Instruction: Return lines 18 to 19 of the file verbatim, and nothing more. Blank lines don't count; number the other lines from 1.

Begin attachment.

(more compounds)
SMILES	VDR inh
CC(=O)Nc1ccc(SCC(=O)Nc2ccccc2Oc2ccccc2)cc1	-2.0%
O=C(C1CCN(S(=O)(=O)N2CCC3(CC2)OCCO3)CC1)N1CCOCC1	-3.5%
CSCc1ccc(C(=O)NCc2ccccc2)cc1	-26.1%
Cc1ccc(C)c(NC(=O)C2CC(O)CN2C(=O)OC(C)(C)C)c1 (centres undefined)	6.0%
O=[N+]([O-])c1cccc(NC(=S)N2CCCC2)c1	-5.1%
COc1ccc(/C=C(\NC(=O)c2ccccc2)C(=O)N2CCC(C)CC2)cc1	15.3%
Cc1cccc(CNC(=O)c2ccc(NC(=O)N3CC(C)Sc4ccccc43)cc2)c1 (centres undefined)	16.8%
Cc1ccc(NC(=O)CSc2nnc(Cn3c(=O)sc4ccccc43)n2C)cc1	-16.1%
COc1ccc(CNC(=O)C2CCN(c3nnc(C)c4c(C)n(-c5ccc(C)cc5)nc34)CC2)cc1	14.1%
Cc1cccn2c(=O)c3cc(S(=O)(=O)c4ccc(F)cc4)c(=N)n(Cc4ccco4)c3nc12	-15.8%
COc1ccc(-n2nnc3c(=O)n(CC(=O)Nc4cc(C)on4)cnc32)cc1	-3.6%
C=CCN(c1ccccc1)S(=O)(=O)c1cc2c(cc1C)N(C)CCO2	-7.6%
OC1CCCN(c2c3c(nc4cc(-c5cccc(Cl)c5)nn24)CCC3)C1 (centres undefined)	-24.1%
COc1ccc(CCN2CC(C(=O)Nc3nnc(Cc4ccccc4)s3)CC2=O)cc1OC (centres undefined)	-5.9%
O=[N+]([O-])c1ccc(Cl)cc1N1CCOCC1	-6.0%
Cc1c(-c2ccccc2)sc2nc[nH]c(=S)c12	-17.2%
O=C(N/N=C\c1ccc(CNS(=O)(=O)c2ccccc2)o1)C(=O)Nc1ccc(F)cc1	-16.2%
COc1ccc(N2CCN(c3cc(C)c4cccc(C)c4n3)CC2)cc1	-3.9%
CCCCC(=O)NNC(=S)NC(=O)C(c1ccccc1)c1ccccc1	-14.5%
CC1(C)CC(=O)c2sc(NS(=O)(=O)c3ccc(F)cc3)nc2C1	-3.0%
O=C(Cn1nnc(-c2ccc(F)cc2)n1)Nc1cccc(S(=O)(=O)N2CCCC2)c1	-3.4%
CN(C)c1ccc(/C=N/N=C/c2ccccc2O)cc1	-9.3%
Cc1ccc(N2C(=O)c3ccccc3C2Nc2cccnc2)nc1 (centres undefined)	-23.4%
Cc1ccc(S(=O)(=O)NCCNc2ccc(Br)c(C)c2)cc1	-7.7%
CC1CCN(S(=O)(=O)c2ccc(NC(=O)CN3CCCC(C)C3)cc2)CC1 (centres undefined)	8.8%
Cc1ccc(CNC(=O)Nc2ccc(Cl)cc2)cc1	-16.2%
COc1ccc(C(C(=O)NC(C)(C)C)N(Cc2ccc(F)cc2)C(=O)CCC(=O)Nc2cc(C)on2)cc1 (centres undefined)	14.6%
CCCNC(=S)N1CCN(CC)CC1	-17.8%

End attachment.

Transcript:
Cc1c(-c2ccccc2)sc2nc[nH]c(=S)c12	-17.2%
O=C(N/N=C\c1ccc(CNS(=O)(=O)c2ccccc2)o1)C(=O)Nc1ccc(F)cc1	-16.2%